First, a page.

The Seeds We Sow,
Kindness That Fed a Hungry World

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This book tells the story of the intertwined lives of George Washington Carver, Vice President Henry Agard Wallace, and Nobel Laureate Norman E. Borlaug. It tells how their kindness and passion to feed the world was passed on and enhanced across generations. In his quest to help feed the world, George Washington Carver was probably the most influential not because he was the "peanut man," but rather because he was a "gentle man." His protege Henry Agard Wallace grew up to be the Secretary of Agriculture and Vice President of the United States. He was likely one of the most under-appreciated and misunderstood leaders of the twentieth century. In turn, Wallace passed the baton to Norman Borlaug, who worked in quiet obscurity for most of his life. M.S. Swaminathan of India summed up his friend's life, "Norman Borlaug is the living embodiment of the human quest for a hunger free world. His life is his message."

            The book is an account of cross generational change embellished with fictionalized conversations among historical figures. With regard to genre, it is non-traditional in its use of history and biography as vehicles for examining kindness as an attitude toward the world.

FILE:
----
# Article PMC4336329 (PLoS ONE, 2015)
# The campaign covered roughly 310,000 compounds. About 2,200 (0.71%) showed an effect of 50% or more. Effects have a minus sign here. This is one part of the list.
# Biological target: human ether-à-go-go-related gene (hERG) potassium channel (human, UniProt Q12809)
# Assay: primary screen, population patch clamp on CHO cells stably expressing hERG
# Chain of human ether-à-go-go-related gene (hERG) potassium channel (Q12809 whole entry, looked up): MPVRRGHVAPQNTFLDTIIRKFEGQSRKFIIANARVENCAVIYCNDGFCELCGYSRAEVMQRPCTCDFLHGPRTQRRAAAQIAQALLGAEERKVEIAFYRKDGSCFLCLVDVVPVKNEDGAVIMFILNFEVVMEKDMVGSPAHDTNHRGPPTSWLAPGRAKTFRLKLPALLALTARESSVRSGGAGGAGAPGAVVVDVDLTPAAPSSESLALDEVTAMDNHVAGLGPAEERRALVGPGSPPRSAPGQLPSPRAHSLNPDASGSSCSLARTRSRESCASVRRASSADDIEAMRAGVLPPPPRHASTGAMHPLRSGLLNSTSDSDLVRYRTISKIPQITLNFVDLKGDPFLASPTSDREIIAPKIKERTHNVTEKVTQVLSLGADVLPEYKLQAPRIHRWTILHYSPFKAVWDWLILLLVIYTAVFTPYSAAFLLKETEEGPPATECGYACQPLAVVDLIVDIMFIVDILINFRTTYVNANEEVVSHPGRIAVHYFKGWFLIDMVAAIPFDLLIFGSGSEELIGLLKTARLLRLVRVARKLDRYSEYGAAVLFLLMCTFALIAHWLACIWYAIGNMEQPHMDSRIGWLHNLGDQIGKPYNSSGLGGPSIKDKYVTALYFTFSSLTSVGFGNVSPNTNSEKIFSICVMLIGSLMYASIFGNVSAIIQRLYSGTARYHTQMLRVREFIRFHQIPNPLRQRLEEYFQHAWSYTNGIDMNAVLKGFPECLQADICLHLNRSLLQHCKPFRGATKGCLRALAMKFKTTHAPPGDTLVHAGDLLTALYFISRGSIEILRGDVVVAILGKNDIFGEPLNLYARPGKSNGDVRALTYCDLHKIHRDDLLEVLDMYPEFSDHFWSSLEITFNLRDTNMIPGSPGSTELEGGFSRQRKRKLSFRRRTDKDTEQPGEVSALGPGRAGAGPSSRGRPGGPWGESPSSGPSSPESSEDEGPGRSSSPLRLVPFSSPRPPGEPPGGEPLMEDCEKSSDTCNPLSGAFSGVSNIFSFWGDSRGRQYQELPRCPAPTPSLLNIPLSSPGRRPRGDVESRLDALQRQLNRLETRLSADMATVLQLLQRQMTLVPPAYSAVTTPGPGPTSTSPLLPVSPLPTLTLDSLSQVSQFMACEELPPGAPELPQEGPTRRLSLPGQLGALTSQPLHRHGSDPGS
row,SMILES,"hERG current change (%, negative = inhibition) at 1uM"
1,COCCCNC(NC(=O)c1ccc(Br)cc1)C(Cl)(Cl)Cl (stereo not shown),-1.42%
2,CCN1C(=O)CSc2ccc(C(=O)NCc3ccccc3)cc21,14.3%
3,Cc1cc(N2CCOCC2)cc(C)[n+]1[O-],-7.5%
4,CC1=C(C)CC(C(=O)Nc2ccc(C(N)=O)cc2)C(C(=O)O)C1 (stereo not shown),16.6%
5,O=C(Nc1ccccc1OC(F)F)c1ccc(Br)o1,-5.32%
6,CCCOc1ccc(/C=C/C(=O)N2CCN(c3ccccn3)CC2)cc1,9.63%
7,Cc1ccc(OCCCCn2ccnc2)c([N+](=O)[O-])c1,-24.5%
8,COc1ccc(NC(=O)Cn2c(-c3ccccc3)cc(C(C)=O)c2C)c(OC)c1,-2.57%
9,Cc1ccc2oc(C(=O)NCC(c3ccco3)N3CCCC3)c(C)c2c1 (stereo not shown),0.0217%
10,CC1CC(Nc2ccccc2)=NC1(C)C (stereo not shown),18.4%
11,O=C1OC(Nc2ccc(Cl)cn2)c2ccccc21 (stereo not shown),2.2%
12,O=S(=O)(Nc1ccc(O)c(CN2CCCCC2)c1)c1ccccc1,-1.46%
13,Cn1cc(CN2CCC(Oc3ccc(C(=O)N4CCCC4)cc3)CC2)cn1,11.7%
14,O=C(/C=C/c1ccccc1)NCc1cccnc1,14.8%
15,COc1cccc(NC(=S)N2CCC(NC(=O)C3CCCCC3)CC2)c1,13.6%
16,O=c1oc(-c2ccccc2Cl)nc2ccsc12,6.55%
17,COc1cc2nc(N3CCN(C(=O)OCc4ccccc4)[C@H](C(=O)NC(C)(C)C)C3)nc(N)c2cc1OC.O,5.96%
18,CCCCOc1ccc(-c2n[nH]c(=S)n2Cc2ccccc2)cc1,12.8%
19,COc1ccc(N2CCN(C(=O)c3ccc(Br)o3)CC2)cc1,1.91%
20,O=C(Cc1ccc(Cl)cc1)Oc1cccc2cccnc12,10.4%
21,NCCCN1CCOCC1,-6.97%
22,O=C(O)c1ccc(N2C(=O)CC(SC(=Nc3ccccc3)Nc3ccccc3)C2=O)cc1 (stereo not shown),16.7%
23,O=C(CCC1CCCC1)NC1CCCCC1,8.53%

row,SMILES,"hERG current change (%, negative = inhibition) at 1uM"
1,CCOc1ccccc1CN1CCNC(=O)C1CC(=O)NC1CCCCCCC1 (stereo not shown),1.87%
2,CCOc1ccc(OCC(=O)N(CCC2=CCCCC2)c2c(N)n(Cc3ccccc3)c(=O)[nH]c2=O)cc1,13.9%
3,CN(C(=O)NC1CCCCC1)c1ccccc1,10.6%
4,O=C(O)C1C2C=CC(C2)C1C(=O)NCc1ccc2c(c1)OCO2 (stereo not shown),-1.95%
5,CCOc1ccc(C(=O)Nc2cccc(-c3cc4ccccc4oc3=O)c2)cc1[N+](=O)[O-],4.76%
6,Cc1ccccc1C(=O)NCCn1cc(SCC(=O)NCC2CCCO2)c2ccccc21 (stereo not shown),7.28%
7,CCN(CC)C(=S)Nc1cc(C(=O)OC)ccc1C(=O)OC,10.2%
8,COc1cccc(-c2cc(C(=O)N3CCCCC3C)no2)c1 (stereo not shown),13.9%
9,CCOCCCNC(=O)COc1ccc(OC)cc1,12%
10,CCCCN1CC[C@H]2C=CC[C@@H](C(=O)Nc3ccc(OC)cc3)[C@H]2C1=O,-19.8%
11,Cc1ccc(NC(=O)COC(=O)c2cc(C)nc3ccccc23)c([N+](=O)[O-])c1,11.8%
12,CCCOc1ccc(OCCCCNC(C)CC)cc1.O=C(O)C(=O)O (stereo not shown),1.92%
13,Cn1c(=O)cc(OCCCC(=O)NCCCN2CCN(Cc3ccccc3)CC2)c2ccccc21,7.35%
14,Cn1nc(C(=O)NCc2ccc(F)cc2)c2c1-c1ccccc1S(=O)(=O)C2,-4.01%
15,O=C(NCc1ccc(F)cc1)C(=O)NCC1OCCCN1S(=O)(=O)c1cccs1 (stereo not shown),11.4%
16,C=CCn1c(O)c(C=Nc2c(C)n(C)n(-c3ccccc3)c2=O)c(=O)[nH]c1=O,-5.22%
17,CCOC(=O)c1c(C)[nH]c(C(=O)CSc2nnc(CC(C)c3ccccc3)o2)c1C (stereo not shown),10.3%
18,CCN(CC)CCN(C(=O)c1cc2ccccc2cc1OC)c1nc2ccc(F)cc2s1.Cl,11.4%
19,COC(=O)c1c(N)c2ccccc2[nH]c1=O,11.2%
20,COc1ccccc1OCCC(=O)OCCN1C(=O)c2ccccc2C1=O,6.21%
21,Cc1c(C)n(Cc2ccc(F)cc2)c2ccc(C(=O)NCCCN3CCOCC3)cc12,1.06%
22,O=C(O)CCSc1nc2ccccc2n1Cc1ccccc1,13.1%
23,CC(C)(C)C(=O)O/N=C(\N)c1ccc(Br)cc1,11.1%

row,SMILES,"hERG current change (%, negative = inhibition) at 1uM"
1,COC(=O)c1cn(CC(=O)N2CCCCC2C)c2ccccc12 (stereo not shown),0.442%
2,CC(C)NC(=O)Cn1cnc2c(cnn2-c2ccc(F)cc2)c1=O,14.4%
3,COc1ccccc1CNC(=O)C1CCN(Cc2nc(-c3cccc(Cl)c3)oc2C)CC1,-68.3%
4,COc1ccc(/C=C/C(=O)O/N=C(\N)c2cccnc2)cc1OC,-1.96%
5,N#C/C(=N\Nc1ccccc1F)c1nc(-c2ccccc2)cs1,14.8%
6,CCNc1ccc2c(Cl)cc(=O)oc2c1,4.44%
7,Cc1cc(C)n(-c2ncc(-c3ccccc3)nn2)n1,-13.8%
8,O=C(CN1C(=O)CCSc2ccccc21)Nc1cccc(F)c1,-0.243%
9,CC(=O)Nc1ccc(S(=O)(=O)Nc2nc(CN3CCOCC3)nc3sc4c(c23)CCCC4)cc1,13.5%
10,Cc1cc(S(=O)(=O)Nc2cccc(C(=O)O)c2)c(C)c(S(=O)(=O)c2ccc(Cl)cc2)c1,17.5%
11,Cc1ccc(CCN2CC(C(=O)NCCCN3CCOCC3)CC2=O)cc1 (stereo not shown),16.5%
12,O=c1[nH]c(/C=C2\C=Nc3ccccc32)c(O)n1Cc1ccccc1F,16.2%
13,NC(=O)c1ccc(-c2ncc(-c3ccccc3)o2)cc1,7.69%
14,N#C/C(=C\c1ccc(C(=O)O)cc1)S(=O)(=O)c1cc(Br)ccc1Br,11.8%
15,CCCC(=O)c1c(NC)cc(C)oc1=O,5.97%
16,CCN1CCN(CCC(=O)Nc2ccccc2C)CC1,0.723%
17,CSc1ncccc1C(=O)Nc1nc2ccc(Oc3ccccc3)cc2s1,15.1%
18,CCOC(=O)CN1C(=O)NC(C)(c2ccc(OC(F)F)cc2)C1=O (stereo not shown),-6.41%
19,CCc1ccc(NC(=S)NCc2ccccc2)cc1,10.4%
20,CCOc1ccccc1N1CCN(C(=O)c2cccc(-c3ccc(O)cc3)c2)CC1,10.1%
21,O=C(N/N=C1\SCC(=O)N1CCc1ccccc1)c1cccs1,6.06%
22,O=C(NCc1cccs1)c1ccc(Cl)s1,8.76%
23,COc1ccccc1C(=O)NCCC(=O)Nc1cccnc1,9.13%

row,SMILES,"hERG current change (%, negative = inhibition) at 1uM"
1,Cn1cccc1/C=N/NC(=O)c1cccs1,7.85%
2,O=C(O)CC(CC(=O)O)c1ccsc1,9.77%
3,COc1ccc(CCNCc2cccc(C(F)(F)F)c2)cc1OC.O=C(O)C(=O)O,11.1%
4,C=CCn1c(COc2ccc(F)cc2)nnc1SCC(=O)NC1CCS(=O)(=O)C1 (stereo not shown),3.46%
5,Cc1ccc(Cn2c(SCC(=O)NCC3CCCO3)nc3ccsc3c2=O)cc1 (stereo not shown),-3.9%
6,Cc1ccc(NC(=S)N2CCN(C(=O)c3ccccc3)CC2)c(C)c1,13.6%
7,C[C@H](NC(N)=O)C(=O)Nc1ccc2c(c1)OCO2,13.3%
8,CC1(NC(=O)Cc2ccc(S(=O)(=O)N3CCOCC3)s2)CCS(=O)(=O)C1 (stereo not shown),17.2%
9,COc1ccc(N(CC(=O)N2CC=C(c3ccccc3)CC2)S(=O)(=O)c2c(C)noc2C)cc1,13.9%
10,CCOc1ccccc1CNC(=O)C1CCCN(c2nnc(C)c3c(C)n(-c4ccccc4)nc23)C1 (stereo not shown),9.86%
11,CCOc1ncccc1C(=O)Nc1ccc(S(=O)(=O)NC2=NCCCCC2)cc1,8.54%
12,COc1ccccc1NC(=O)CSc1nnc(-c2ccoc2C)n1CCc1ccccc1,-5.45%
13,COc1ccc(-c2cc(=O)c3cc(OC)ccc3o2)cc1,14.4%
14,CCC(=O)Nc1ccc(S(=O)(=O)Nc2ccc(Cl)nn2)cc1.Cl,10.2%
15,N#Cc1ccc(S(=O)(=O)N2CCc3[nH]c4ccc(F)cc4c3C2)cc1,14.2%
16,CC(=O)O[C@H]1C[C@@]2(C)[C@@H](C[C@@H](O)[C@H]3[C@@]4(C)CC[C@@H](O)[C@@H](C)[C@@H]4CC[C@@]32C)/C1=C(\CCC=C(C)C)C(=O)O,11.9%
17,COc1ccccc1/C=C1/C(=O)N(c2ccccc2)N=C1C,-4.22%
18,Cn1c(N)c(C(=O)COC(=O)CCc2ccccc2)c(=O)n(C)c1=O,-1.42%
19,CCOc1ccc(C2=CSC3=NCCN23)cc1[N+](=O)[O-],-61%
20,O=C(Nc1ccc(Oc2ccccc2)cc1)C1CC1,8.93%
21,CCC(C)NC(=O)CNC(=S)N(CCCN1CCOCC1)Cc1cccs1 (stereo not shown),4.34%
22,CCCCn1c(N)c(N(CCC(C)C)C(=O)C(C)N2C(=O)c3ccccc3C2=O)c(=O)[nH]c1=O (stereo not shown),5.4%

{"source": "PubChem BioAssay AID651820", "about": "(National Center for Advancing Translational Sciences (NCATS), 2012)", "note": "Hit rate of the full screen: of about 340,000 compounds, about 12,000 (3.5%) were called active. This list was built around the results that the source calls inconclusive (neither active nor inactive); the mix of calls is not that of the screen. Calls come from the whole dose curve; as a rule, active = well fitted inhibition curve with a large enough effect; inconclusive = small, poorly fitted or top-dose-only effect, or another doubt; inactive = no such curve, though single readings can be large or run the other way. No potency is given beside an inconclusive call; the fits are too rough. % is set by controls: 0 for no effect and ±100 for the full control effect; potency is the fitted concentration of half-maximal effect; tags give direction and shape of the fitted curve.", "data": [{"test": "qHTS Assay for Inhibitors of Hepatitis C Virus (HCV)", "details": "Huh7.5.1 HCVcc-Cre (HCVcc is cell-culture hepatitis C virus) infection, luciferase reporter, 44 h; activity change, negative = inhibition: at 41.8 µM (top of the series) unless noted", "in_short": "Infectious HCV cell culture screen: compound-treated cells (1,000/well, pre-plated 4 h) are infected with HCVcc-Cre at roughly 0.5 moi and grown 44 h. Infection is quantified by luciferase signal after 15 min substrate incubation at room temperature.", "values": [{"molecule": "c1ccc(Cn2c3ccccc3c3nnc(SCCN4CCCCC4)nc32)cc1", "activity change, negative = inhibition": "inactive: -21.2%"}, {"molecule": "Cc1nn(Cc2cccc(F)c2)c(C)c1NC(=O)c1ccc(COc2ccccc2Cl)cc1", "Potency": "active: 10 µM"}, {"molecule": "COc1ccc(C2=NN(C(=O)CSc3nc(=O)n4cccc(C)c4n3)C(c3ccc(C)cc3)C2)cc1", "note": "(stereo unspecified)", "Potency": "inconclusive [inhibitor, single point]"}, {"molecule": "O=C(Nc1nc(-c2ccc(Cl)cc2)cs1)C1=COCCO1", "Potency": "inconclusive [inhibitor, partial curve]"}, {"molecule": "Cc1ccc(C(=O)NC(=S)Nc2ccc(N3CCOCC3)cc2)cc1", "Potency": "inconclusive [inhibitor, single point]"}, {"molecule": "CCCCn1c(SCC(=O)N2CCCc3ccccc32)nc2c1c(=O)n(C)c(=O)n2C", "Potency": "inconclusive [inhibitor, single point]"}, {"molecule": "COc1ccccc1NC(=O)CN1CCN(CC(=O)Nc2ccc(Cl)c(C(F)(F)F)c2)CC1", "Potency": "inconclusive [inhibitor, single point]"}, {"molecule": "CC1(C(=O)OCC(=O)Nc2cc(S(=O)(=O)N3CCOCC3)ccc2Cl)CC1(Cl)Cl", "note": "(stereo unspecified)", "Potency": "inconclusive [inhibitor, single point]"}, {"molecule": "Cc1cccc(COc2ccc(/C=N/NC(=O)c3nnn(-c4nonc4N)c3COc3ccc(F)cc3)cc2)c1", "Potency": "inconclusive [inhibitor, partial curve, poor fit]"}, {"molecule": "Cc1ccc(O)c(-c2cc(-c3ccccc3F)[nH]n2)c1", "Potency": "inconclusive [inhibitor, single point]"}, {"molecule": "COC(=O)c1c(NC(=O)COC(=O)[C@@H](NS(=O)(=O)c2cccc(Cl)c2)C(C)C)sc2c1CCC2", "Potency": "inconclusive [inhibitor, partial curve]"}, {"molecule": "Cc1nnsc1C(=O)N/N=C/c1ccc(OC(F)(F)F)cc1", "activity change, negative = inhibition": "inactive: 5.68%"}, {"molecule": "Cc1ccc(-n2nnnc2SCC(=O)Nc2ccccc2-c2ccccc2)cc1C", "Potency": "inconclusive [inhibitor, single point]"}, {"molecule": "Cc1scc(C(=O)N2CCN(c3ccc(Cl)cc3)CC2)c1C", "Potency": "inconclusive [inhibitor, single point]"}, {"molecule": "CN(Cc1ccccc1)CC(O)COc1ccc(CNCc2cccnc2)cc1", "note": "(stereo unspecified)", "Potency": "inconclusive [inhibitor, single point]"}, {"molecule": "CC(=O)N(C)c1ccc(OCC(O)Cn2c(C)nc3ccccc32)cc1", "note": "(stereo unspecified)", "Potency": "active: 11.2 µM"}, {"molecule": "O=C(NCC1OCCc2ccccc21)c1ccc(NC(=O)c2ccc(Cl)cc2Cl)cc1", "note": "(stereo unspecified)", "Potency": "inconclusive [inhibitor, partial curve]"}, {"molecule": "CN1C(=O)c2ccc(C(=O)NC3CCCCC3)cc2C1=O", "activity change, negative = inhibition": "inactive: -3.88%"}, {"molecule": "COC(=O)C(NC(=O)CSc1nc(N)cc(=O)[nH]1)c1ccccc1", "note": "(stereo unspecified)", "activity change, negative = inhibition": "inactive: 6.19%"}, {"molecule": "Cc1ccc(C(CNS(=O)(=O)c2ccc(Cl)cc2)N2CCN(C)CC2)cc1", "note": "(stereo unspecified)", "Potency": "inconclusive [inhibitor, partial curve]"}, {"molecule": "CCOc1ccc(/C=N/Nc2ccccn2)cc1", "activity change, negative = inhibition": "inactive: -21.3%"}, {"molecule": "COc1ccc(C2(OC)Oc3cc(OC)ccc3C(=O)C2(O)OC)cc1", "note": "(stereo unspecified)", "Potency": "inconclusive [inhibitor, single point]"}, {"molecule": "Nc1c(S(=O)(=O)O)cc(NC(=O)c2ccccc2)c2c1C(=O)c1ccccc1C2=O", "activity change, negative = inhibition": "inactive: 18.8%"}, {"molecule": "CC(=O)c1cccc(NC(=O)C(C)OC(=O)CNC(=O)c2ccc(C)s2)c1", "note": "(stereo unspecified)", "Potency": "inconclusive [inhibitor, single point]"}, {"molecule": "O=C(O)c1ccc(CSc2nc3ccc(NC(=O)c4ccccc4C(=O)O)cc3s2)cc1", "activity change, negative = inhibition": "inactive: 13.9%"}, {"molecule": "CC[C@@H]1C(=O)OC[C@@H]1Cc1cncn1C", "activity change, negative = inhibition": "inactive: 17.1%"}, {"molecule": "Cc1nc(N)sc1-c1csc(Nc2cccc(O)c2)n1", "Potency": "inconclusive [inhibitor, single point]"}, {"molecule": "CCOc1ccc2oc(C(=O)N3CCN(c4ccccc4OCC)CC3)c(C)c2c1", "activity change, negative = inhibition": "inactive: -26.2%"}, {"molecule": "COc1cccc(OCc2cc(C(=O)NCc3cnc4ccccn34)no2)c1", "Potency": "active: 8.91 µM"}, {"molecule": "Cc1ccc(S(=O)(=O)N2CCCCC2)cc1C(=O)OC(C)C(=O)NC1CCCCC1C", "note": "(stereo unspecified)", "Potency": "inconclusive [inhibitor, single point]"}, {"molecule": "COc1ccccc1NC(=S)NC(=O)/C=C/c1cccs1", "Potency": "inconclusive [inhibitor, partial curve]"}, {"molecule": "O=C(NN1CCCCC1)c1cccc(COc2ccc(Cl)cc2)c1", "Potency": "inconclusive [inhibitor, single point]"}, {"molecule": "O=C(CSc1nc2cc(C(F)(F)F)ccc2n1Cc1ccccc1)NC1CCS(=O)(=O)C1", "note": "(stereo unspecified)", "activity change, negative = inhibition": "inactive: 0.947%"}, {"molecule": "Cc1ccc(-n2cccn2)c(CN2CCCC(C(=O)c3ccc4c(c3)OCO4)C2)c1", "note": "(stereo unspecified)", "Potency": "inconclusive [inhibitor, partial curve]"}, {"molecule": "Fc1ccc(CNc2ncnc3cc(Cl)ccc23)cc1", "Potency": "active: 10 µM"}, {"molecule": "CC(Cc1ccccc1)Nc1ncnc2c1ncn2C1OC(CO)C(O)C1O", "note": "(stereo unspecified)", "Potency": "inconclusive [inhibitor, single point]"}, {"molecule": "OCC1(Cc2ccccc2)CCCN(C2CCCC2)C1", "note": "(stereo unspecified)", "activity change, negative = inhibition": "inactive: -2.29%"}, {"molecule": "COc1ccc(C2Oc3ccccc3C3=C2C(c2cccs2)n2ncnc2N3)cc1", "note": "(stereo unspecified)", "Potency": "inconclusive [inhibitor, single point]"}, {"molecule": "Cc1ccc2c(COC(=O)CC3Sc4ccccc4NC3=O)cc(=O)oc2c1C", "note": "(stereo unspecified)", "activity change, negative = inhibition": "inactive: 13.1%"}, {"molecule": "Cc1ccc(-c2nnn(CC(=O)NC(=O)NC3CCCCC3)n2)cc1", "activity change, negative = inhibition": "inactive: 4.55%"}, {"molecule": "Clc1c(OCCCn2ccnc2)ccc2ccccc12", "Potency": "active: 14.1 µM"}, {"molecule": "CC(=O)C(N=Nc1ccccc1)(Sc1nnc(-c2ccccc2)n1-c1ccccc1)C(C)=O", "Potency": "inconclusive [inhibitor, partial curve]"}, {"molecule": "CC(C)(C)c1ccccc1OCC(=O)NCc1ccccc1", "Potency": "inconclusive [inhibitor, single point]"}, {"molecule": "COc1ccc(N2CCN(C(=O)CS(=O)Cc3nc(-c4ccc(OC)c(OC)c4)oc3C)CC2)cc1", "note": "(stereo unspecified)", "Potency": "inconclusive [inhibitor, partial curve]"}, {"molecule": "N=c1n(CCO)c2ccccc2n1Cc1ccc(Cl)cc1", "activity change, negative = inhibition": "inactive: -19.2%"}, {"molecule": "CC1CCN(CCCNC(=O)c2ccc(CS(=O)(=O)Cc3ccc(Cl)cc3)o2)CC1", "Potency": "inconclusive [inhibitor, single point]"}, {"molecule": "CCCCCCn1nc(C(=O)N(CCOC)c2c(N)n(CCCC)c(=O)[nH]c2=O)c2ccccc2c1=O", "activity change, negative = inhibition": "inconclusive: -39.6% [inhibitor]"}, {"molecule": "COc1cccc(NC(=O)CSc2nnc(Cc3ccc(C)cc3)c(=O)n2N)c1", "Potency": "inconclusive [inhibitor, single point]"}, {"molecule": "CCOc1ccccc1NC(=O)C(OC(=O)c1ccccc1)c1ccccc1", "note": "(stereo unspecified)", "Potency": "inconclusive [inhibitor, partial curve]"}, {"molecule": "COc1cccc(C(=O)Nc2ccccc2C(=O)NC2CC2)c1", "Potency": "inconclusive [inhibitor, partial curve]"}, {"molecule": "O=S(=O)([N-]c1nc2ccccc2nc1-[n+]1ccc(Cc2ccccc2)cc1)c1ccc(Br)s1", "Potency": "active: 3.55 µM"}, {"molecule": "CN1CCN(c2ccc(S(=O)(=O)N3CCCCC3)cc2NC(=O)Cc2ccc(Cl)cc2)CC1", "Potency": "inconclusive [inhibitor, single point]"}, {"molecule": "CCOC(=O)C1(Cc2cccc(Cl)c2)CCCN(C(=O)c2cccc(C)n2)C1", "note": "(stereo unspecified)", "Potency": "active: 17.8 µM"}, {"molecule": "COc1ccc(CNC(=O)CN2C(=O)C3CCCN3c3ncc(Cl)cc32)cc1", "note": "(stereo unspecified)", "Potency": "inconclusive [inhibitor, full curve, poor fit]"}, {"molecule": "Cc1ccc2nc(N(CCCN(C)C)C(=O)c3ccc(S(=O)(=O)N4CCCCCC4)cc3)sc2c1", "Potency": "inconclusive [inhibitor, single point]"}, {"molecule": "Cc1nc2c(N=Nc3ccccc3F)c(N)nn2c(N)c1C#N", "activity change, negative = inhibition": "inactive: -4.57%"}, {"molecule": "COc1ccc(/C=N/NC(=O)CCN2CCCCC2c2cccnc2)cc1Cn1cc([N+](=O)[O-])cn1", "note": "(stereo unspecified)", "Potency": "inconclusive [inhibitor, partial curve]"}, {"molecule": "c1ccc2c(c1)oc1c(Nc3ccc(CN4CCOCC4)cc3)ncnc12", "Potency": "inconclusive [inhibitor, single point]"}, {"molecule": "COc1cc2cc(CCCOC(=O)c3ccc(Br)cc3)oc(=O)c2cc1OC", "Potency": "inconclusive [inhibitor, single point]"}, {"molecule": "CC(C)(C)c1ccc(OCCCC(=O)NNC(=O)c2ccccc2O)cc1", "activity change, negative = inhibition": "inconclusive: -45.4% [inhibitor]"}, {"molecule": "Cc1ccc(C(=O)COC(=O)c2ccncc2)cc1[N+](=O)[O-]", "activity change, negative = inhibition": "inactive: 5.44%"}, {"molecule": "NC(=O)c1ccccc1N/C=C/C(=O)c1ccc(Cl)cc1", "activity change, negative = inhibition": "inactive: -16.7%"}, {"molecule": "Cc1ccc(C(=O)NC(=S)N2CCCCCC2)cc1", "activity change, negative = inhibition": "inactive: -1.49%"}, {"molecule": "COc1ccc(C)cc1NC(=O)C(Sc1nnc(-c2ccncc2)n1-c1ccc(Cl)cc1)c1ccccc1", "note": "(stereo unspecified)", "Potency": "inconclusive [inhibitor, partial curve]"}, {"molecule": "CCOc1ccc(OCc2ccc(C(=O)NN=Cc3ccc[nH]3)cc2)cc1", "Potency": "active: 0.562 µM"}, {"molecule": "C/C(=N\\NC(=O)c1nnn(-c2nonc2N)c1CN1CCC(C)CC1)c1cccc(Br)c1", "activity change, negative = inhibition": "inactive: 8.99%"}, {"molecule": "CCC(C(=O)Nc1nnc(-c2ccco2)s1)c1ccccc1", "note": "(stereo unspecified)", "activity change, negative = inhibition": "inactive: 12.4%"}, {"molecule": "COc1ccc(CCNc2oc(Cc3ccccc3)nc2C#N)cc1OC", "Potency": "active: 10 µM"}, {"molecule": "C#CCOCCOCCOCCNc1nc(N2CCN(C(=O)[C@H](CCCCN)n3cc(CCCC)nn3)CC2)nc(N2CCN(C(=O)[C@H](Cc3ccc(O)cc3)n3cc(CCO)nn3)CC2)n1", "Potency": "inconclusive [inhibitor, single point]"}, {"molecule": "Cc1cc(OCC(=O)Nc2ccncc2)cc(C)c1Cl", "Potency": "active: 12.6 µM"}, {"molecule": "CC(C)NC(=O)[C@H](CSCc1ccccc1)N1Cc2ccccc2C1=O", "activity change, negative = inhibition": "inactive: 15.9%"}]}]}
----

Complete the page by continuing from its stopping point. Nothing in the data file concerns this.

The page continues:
All of the characters who are identified by two or more names are historical figures. A few characters identified by a single name are fictional, primarily because the main players in the historical events being described are not known. The book uses the lives of three great men, (George Carver, Henry Wallace, Norman Borlaug) and the research of another, (Edward Lorenz) to tell the story of how kindness is passed and enhanced across generations by virtue of the "butterfly effect."

            While The Seeds We Sow offers considerable detail about the lives of these men, it is not a series of biographies. Rather, it is the story of the impact they had on each other, and all of humanity, as they pursued the hybridization of the plants that feed us and the hybridization of the way we interact with each other and the environment. Because George Washington Carver, Henry Agard Wallace, and Norman Ernest Borlaug lived, so do we. This book tells that story.

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